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Anshul Jain, Qasim Zaidi; Veridical Perception of Non-rigid 3-D Shapes from Motion Cues. Journal of Vision 2010;10(7):52. doi: 10.1167/10.7.52.
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Many objects in the world are non-rigid when they move. To identify such objects, a visual system has to separate shape changes from movements. Standard structure-from-motion schemes use rigidity assumptions, so are not applicable to these shapes. Computational solutions proposed for non-rigid shapes require additional constraints on form and motion. Despite an enormous literature on human perception of structure-from-motion, the ability of observers to correctly infer non-rigid 3-D shapes from motion cues has not been examined.
We examined whether the human visual system could make metric judgments about simple 3-D shapes using only motion cues, and if there was a difference in performance between rigid and non-rigid shapes.
Stimuli consisted of white dots randomly placed on an opaque black horizontal cylinder on a black background. The cylinder underwent simultaneous rotation about the vertical and depth axes (it did not spin on its own axis). The elliptical cross-section of the cylinder was varied from trial-to-trial and observers reported whether the cross-section was deeper or shallower than a perfect circle. The cylinder was either rigid or flexed non-rigidly in depth or in the fronto-parallel plane. The rigid central portion of the cylinder was occluded.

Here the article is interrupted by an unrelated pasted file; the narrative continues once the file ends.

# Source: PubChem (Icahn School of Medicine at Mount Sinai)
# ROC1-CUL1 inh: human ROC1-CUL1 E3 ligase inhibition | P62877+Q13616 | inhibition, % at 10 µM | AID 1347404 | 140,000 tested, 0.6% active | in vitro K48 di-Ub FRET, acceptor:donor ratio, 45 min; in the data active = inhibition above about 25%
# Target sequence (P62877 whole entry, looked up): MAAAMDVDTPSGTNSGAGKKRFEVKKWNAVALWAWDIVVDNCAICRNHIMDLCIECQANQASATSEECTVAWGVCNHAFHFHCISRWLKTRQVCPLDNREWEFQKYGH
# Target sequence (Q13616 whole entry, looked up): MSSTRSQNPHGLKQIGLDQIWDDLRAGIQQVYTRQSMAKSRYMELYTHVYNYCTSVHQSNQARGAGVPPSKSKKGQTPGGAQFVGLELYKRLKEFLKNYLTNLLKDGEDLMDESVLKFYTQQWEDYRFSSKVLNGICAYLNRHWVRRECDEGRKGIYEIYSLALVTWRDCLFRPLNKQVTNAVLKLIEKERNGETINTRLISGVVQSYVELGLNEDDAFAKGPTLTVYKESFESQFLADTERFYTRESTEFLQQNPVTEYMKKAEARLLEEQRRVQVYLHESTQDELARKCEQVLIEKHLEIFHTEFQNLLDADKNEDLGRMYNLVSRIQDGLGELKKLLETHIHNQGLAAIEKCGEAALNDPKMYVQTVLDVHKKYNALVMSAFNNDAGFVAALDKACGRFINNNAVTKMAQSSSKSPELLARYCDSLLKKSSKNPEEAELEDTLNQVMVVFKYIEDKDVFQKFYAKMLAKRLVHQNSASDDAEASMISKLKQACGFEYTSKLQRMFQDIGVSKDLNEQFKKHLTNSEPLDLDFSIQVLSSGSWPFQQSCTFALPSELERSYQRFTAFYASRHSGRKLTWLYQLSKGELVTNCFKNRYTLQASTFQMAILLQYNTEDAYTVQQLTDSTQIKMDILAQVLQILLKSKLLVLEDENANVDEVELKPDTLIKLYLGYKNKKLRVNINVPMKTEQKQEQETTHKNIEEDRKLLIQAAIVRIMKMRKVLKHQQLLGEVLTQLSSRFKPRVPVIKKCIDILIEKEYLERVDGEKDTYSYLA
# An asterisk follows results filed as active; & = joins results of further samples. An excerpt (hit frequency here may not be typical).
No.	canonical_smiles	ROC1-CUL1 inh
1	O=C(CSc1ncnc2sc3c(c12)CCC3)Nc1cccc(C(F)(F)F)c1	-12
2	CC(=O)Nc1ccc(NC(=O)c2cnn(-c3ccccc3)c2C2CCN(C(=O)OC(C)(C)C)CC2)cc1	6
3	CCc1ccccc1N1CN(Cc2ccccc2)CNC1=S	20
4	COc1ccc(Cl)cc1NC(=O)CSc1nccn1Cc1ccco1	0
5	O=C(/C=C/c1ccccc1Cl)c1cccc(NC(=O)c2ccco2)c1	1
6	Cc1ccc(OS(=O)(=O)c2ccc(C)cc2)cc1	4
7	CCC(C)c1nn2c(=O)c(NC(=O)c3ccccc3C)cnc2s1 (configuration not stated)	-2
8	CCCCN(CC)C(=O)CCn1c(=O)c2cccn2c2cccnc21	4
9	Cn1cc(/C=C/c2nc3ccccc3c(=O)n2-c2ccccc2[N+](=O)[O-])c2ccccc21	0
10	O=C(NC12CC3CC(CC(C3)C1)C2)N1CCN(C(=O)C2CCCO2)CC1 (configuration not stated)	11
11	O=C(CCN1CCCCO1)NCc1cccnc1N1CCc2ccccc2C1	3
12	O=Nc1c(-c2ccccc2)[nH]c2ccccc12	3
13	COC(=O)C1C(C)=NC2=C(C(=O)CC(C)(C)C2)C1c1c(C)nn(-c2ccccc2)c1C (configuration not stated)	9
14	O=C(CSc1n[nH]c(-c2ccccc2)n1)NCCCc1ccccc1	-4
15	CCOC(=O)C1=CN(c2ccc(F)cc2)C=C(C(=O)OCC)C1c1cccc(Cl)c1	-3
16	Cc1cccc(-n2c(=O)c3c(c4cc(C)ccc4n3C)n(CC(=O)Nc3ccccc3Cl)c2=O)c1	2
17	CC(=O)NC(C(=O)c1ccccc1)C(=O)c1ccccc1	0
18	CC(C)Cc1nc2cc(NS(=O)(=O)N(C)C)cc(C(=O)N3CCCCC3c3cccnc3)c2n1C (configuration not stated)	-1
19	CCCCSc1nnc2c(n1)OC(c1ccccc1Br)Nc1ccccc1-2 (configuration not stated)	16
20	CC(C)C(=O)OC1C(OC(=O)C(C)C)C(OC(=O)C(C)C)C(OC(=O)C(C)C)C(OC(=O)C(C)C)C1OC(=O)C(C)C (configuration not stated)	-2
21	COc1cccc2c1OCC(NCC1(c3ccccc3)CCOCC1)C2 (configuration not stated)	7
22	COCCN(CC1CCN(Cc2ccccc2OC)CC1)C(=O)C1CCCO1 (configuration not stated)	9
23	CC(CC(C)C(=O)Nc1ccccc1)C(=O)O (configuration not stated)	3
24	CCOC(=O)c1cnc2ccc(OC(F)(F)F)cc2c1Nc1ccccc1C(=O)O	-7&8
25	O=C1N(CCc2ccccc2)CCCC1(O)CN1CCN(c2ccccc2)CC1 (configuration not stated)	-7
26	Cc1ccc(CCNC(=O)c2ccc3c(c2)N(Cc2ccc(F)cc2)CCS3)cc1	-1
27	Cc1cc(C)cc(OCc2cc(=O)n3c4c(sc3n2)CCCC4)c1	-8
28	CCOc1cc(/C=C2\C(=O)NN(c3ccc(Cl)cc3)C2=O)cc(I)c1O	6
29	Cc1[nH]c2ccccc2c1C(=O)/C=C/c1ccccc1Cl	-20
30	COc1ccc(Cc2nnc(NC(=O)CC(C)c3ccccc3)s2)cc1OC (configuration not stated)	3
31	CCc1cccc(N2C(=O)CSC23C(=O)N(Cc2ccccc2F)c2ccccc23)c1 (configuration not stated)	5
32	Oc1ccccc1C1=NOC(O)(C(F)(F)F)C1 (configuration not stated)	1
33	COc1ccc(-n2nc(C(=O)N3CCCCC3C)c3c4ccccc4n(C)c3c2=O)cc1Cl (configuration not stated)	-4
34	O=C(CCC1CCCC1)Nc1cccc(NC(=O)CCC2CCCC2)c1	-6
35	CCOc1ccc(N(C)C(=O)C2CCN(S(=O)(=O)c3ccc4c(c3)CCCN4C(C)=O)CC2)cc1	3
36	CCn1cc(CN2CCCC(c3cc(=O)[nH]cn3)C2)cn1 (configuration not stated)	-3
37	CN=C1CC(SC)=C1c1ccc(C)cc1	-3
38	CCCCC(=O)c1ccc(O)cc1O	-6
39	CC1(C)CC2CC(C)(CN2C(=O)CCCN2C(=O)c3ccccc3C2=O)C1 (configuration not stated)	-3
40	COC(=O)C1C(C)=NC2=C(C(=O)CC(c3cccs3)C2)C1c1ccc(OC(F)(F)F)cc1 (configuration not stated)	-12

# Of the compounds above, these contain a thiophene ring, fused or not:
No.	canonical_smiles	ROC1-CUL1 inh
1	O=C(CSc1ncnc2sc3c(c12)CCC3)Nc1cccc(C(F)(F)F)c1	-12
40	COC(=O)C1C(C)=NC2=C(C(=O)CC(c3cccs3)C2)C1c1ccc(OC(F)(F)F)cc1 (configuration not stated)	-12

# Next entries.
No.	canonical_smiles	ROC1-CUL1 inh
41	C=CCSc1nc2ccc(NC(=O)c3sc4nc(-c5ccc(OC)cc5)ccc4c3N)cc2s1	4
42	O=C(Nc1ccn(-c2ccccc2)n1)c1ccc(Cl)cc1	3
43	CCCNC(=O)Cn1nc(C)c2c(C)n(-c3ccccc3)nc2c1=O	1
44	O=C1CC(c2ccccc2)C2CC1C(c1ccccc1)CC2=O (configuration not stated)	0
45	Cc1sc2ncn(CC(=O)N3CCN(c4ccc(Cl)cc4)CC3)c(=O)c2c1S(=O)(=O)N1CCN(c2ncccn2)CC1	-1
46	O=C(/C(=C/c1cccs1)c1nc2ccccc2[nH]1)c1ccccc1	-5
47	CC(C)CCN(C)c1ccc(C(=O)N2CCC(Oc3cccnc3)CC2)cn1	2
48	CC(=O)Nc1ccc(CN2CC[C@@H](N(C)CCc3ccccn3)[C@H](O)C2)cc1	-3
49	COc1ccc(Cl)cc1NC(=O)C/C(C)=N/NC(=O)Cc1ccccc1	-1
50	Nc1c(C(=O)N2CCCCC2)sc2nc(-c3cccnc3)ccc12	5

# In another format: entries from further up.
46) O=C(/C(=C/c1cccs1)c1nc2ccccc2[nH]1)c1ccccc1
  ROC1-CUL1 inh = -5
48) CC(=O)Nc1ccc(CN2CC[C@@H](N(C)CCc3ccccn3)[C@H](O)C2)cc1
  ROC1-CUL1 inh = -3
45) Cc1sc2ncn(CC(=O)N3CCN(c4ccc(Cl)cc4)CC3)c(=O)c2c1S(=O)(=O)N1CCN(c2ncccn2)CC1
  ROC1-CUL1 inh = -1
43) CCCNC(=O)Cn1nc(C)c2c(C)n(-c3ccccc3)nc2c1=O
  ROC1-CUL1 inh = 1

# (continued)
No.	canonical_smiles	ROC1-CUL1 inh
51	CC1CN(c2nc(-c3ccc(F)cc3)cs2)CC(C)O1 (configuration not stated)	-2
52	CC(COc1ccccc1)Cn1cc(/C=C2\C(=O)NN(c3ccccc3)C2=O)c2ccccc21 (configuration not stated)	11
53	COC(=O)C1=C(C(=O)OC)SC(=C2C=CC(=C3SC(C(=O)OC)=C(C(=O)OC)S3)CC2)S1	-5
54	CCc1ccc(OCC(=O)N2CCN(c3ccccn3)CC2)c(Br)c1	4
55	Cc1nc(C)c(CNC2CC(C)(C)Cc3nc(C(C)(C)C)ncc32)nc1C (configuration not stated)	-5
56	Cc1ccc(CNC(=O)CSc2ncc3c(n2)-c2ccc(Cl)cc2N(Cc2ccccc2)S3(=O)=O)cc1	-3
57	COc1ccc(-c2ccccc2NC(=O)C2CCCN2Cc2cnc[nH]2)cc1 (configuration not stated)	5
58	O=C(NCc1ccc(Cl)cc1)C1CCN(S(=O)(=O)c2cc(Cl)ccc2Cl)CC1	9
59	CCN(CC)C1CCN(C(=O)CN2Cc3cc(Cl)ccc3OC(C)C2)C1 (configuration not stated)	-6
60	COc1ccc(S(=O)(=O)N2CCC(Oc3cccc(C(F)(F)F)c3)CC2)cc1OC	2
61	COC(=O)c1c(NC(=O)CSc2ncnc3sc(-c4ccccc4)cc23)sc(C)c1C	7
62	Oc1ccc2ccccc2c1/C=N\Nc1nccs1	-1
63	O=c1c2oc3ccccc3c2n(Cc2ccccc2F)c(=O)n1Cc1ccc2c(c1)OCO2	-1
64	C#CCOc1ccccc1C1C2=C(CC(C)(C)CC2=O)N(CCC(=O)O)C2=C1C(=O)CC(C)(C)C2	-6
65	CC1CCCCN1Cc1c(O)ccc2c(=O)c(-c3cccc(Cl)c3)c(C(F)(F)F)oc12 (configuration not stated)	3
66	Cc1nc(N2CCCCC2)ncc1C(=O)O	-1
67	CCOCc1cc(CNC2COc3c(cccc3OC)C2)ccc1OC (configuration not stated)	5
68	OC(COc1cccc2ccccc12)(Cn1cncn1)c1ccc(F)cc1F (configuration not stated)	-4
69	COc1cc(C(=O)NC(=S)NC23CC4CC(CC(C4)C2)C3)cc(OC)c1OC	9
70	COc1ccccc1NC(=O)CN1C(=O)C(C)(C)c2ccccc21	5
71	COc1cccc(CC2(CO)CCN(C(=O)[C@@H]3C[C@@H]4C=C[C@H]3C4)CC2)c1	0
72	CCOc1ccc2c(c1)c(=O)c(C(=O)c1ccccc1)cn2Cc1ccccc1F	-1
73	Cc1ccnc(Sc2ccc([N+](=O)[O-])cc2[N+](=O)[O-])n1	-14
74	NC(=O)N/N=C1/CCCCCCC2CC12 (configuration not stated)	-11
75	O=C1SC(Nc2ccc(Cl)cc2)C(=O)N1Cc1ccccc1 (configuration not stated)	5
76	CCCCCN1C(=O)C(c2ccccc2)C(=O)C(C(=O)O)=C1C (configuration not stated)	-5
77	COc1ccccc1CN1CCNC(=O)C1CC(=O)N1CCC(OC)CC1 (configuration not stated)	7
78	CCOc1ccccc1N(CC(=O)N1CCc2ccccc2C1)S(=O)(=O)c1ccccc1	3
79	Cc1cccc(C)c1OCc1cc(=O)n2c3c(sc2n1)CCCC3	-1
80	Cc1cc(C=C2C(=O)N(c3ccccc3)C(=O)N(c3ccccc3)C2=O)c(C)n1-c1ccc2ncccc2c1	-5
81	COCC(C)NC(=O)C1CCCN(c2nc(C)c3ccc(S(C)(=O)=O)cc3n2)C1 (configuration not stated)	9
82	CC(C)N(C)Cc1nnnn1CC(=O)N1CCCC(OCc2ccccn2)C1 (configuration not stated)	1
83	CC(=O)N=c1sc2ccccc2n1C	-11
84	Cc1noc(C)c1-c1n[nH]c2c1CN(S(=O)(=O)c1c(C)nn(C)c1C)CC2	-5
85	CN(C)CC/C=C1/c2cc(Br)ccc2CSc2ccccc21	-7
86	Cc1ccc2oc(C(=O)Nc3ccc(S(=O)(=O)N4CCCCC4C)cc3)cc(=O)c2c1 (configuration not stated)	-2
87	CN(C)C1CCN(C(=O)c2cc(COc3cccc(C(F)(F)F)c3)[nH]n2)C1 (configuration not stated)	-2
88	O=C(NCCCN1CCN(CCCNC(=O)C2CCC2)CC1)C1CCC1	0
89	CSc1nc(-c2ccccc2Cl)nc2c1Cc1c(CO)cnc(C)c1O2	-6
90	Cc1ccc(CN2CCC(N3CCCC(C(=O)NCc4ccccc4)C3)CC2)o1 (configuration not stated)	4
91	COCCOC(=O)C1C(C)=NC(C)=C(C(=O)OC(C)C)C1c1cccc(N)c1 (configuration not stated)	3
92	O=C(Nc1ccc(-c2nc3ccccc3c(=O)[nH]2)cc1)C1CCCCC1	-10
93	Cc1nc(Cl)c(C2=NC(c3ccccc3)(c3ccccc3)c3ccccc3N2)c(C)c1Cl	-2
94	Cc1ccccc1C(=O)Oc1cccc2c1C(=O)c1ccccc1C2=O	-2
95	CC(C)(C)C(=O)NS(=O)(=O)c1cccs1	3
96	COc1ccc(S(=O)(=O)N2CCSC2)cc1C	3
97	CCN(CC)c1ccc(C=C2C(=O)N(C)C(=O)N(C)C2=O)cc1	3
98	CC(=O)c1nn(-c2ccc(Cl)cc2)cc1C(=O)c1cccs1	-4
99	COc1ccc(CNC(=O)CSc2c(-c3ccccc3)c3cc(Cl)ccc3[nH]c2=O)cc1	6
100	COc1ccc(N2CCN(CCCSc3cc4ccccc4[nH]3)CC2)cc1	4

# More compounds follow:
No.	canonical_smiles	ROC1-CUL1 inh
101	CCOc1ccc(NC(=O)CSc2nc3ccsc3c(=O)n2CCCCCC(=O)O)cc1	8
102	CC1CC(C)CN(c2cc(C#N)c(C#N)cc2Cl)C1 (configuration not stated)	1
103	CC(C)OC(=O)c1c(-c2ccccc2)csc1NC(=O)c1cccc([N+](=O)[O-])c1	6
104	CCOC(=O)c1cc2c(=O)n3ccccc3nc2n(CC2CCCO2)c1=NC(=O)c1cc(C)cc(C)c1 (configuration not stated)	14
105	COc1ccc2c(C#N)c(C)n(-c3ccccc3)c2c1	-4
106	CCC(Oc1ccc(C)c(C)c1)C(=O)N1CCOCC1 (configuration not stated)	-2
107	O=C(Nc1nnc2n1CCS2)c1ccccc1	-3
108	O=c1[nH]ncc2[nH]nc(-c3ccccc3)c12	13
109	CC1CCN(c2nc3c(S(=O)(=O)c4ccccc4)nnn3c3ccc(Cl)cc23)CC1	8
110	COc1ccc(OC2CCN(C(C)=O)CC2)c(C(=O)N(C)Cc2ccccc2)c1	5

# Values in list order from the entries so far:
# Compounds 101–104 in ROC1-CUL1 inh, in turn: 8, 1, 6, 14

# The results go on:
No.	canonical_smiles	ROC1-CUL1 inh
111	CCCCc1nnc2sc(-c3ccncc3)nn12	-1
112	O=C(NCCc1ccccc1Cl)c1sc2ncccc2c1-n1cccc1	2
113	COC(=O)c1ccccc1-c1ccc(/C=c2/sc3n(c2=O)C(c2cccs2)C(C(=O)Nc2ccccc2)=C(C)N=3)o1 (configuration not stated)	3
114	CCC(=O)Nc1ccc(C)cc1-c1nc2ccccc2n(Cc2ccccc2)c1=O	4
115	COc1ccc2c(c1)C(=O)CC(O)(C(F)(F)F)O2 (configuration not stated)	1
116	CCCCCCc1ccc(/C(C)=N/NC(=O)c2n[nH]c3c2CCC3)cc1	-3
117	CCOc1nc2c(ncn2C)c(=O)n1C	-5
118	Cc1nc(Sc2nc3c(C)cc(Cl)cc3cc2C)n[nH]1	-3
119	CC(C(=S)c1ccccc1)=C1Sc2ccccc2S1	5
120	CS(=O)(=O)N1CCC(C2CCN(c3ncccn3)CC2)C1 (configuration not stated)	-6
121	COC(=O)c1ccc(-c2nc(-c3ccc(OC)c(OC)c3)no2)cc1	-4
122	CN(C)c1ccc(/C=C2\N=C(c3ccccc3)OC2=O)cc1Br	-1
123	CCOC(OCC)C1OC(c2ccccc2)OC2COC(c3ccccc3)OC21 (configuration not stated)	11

Observer's judgment of cross-section circularity was generally slightly shallower than veridical. The non-rigid cylinders were judged as deeper than rigid cylinders; however, the psychometric functions had similar slopes. Rotation in depth (about vertical axis) was critical, as 3D shape was not perceived with rotation only in the fronto-parallel plane. We compared human performance with existing computational models. Akhter et al.'s trajectory basis extension (2008) of Tomasi and Kanade's factorization method (1992) yielded cylindrical shapes similar to human judgments. Koenderink's def-based motion-flow analysis (1986) yielded slants and tilts that were consistent with cylindrical shapes. The human visual system thus does not require rigidity assumptions to extract veridical 3-D shapes from motion.
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